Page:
Both of them are decent beers and inevitably get good marks from the teachers at Ratebeer, but as I sit there zoning in and out of the conversation on the next table (has Copenhagen become the new 1920s Paris given the amount of Americans I heard or saw?), that moment, that brace of beers, feels like an infantilisation of beer. Imperial stouts are muscular brutes, hammering away like a leather-clad smith on an anvil — now, they, just like the IPA, have become a laboratory for mad scientists, a dartboard randomly pinned, a ghost style perhaps. 

I’m not arguing for an interdiction on beer styles, after all no one made me drink these beers. Instead, what I felt in the Mikkeller bar was an irritation, an utterance of quiet despair, a flight from fantasy. And I was aware of a counter argument going on in my head, beers like this are an example of breweries heading for the open seas, the outer space of brewing imagination, the search for a god, a lodestar of flavour. 

As for me I remain genuinely torn by these conflation of beer styles — sometimes I think it is marvellous and creative and a mark of greatness and other times I think it is just Cheddar with chilli or a pizza with chocolate, baby food for adults. 

Wednesday, 30 August 2017

The hanging hooks of a pub’s imagined past

Here we are in the Alexandra Hotel in Derby, a two-roomed trad pub that is always somewhere I make time for whenever I have time in Derby (maybe I’m also paying my respects to the late Simon Johnson as this was where the two of us ended up after a fun afternoon of drinking not long before he died). And so I sit with a glass of Pentrich Citra IPA (hazy, plumpish in its fruitiness and rapier-like in its bitterness) and there is a joy in my heart as I note the hooks that hang beneath the brow of the scuffed, dark brown bar. It’s a habit I have, a tradition perhaps, or maybe a nervous tic, but all too often when I find myself standing (or sitting) at a bar, elbow in a puddle of spilt beer and crushed crisps, I always put my hand beneath the brow and search for a hook, usually something on which I can hang my rucksack (just like the chap has done in the photo). It’s a neat little aid, a helping hand to the drinker, perhaps even a link with the kind of imagined past that some pubs are so adept at.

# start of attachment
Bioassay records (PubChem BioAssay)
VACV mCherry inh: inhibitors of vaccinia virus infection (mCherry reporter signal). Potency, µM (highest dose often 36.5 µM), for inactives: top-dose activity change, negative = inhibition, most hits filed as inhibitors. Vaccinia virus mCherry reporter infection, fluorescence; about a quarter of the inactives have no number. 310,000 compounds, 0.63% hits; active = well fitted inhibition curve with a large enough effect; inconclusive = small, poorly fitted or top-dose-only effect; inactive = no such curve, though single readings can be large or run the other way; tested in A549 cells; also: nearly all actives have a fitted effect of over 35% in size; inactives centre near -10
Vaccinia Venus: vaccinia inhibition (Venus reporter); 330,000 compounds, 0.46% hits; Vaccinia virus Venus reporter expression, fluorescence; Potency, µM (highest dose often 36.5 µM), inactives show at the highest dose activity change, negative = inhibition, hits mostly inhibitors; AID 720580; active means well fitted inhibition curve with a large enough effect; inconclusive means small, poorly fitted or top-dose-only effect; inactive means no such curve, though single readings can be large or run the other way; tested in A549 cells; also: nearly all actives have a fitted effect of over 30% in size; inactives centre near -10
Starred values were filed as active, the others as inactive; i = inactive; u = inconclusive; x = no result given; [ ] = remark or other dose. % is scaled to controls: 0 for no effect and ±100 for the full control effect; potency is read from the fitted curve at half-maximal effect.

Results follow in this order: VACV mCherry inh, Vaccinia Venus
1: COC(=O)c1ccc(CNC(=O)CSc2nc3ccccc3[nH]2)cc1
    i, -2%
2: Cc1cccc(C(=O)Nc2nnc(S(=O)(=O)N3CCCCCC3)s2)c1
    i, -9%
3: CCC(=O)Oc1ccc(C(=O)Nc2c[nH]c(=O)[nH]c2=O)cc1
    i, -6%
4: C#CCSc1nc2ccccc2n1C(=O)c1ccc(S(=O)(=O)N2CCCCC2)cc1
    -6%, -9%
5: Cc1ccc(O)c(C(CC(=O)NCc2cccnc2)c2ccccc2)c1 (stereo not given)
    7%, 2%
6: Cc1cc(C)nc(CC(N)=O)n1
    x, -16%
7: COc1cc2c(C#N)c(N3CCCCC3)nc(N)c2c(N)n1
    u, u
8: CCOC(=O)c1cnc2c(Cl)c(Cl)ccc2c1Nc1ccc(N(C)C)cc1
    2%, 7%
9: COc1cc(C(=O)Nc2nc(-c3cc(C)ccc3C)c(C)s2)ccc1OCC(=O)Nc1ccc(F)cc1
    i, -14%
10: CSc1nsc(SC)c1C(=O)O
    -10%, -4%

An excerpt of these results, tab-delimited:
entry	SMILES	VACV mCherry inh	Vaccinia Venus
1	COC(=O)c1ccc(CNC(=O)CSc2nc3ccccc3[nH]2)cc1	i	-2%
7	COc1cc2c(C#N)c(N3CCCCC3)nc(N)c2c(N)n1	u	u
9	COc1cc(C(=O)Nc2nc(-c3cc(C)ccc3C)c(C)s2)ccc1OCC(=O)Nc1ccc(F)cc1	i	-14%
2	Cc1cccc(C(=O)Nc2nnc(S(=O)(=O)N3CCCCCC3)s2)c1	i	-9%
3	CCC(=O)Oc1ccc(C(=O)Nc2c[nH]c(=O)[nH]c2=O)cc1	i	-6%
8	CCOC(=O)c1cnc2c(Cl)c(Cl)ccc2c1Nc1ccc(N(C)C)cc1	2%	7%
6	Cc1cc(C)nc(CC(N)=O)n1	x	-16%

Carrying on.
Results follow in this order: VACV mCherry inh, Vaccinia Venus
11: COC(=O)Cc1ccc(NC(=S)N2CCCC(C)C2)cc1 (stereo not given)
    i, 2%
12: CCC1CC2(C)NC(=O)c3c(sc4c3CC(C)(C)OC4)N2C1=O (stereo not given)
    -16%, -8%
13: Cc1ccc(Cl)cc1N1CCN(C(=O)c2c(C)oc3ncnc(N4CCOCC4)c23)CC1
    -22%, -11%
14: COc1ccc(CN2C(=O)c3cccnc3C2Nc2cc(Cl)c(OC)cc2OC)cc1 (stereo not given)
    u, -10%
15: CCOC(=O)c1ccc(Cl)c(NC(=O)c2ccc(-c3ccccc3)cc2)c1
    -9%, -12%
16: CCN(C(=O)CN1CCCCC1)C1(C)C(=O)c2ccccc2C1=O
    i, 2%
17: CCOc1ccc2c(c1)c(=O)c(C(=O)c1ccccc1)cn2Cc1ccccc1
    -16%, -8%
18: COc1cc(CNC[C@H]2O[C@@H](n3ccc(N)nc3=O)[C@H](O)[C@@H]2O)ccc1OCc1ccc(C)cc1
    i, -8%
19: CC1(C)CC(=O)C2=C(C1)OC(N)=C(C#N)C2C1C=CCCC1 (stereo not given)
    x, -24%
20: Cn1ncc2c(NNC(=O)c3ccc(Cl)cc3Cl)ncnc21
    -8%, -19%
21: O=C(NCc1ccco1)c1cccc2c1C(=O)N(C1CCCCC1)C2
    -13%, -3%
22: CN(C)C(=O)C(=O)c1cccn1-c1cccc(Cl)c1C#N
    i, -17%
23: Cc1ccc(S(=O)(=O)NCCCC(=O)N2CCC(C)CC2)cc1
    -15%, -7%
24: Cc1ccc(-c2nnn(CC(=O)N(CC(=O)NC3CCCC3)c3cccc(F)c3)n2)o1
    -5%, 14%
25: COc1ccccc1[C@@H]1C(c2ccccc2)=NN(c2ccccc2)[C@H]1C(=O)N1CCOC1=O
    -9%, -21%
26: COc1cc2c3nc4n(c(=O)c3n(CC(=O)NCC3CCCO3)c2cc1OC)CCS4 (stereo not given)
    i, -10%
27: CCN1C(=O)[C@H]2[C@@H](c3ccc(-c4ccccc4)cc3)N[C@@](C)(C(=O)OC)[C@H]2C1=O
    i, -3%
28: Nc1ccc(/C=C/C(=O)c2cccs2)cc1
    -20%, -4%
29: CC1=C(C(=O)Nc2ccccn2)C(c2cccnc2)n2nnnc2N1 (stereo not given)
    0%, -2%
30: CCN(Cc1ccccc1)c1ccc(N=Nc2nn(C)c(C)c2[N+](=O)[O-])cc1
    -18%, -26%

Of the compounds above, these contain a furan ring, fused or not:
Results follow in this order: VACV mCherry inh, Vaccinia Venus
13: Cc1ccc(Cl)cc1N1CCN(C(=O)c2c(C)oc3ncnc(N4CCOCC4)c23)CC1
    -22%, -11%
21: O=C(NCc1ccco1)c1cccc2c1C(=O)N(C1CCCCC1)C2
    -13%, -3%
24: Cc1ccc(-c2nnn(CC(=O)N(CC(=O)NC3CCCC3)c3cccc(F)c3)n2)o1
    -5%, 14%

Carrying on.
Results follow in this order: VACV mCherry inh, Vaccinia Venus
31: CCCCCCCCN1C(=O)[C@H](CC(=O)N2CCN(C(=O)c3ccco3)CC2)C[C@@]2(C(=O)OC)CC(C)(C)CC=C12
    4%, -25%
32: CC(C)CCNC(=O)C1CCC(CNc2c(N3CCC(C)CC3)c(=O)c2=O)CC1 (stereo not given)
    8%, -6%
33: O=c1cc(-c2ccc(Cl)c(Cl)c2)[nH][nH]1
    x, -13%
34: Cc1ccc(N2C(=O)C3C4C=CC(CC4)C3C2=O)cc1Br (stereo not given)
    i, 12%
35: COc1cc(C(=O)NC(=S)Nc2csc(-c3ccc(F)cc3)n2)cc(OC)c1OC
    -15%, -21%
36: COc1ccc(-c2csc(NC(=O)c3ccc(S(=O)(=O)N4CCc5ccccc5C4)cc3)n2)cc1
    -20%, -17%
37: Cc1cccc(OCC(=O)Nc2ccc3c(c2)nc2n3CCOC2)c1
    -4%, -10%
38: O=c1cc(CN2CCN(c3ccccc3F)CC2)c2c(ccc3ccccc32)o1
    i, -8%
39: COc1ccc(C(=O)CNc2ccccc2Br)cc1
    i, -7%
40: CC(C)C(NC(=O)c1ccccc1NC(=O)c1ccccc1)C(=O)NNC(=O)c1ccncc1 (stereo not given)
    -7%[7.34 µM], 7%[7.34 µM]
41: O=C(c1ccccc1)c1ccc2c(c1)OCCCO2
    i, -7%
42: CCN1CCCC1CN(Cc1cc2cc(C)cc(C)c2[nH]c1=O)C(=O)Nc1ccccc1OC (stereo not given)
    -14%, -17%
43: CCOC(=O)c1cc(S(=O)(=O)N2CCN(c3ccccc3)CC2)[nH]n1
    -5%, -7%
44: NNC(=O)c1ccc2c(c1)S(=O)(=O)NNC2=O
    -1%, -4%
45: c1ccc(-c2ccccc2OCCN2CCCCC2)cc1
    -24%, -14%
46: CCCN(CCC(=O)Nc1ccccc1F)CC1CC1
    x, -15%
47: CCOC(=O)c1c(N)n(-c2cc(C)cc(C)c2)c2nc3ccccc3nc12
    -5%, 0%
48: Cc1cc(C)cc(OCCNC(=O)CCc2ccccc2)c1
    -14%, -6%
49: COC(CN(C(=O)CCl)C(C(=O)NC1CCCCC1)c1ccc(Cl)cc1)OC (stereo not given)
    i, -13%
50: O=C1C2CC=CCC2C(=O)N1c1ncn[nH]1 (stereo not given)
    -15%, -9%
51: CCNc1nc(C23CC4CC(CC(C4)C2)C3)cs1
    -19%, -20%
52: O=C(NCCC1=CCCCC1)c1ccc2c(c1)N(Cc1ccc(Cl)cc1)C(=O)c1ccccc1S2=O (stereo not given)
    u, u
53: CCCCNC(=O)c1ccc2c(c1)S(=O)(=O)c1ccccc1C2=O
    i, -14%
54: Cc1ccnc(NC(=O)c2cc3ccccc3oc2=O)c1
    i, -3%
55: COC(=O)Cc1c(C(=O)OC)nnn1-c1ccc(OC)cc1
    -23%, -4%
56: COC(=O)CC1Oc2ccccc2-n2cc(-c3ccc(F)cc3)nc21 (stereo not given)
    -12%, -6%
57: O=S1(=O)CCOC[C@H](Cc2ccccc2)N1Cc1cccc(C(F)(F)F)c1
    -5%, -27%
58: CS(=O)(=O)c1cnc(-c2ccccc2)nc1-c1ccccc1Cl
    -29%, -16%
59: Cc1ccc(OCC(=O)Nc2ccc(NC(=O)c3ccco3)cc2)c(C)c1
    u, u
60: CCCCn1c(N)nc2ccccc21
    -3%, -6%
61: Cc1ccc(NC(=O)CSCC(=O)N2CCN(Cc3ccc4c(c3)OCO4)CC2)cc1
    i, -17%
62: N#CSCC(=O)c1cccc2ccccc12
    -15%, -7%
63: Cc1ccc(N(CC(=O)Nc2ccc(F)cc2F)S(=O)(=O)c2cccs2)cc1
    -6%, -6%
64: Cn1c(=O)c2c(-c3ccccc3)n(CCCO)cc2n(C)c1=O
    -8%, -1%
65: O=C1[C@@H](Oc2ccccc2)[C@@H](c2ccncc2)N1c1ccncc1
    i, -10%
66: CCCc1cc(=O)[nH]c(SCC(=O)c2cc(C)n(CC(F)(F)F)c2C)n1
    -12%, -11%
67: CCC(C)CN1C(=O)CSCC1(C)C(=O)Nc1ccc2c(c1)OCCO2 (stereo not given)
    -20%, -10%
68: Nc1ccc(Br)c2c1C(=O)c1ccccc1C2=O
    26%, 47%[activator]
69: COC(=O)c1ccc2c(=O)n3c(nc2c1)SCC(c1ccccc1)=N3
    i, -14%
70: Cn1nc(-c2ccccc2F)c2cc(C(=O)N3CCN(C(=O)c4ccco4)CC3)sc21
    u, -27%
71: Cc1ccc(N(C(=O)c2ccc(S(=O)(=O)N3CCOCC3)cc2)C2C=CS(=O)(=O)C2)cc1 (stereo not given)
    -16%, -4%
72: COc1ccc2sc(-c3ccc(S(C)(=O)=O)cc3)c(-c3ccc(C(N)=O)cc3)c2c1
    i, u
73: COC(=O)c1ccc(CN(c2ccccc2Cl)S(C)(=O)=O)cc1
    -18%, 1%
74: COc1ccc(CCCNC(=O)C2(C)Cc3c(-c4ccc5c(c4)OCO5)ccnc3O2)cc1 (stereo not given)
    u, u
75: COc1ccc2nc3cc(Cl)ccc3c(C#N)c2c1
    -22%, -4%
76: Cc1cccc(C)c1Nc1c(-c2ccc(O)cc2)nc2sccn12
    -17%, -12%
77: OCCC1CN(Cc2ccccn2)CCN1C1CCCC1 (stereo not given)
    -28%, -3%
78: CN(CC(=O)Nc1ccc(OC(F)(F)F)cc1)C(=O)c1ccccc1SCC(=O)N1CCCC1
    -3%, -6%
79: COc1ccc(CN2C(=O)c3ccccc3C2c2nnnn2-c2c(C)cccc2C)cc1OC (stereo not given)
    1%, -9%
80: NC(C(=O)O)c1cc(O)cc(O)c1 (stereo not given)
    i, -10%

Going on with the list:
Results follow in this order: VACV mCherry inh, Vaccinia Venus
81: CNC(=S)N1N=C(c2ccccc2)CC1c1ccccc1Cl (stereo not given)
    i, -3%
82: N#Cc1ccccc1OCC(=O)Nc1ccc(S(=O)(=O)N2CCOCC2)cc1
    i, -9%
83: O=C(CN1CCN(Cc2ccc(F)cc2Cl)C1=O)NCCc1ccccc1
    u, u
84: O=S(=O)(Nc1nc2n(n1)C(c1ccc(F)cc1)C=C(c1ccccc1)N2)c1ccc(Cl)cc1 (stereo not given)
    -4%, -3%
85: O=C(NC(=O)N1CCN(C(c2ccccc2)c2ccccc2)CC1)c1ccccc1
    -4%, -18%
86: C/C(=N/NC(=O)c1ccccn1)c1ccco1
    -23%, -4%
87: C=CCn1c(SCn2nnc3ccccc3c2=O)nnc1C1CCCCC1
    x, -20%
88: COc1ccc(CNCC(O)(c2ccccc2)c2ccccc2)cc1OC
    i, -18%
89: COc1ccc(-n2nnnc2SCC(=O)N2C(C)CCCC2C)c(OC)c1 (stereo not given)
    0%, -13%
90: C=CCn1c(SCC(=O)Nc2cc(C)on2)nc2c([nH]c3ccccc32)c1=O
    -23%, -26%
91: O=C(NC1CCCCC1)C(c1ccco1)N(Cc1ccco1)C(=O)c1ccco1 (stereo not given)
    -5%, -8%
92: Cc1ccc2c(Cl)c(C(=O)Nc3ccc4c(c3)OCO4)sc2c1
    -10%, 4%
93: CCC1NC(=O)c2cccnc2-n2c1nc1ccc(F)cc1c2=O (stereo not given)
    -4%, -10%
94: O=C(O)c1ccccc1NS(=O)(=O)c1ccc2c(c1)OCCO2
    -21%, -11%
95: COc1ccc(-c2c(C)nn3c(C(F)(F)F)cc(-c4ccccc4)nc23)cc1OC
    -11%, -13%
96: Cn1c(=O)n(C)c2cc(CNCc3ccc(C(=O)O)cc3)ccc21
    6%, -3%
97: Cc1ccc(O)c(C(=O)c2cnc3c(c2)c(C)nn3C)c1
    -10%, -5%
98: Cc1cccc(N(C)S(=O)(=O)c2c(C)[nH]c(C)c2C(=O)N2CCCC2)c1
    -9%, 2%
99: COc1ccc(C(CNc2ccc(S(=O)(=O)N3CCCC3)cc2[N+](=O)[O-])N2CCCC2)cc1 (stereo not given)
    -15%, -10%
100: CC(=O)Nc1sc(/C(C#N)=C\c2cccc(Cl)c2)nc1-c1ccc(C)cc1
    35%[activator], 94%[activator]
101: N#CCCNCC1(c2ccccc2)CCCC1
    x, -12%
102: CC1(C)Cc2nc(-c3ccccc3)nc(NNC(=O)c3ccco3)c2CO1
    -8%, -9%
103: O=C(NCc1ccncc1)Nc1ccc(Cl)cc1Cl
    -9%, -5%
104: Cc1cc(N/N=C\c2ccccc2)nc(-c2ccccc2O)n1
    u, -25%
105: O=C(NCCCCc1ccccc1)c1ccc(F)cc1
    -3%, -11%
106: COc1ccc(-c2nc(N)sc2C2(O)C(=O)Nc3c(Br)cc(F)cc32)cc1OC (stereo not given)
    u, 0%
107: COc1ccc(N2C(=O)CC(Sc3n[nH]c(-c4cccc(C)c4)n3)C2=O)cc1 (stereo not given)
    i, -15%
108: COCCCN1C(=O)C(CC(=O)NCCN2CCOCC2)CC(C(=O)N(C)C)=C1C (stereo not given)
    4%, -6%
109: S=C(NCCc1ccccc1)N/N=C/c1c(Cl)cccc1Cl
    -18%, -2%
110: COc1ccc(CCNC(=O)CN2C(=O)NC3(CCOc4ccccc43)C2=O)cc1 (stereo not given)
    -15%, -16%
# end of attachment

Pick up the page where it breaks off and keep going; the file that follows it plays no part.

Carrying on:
Tuesday, 29 August 2017

Ostentatiously opaque beer

Here’s a brief thought on the ostentatiously opaque beer saga, which seems to be excising so many fine minds at the moment. Last week, at a Mikkeller in Copenhagen I noted men and women enjoying glasses of ostentatiously opaque orange-coloured beers— they were sniffing like pros and sipping with ease and enjoyment. As I watched I wondered if these IPAs (of a kind) were the beer version of bucks fizz or sangria and then continued to ponder whether there was a time when wine purists went gaga over such a mix. This is a completely unscientific overview but from my observations (and at Warpigs as well) it did seem to me that a lot of women and men were interested in these kind of ostentatiously opaque beers and also that these drinkers were different from those who drink beer as a badge of honour. Perhaps it’s a case of these drinkers having a liking for ostentatiously opaque alcoholic fruit juice and breweries being businesses have to respond (recently I have heard from two brewers who were rather dismissive of well-received and popular beer styles they have produced — think fruit IPAs amongst other on-trend styles), so getting annoyed over ostentatiously opaque beers is a waste of time and effort perhaps. But back to the beers being drunk in Copenhagen, one of my favourite beers that night was a juicy and lustrous, muscular in its mouth feel, Dank & Juicy IPA at the marvellous Fermentoren (above). Ostentatiously opaque naturally. 

Wednesday, 23 August 2017

A Tale of Two Breweries: Budvar, Lost Grounded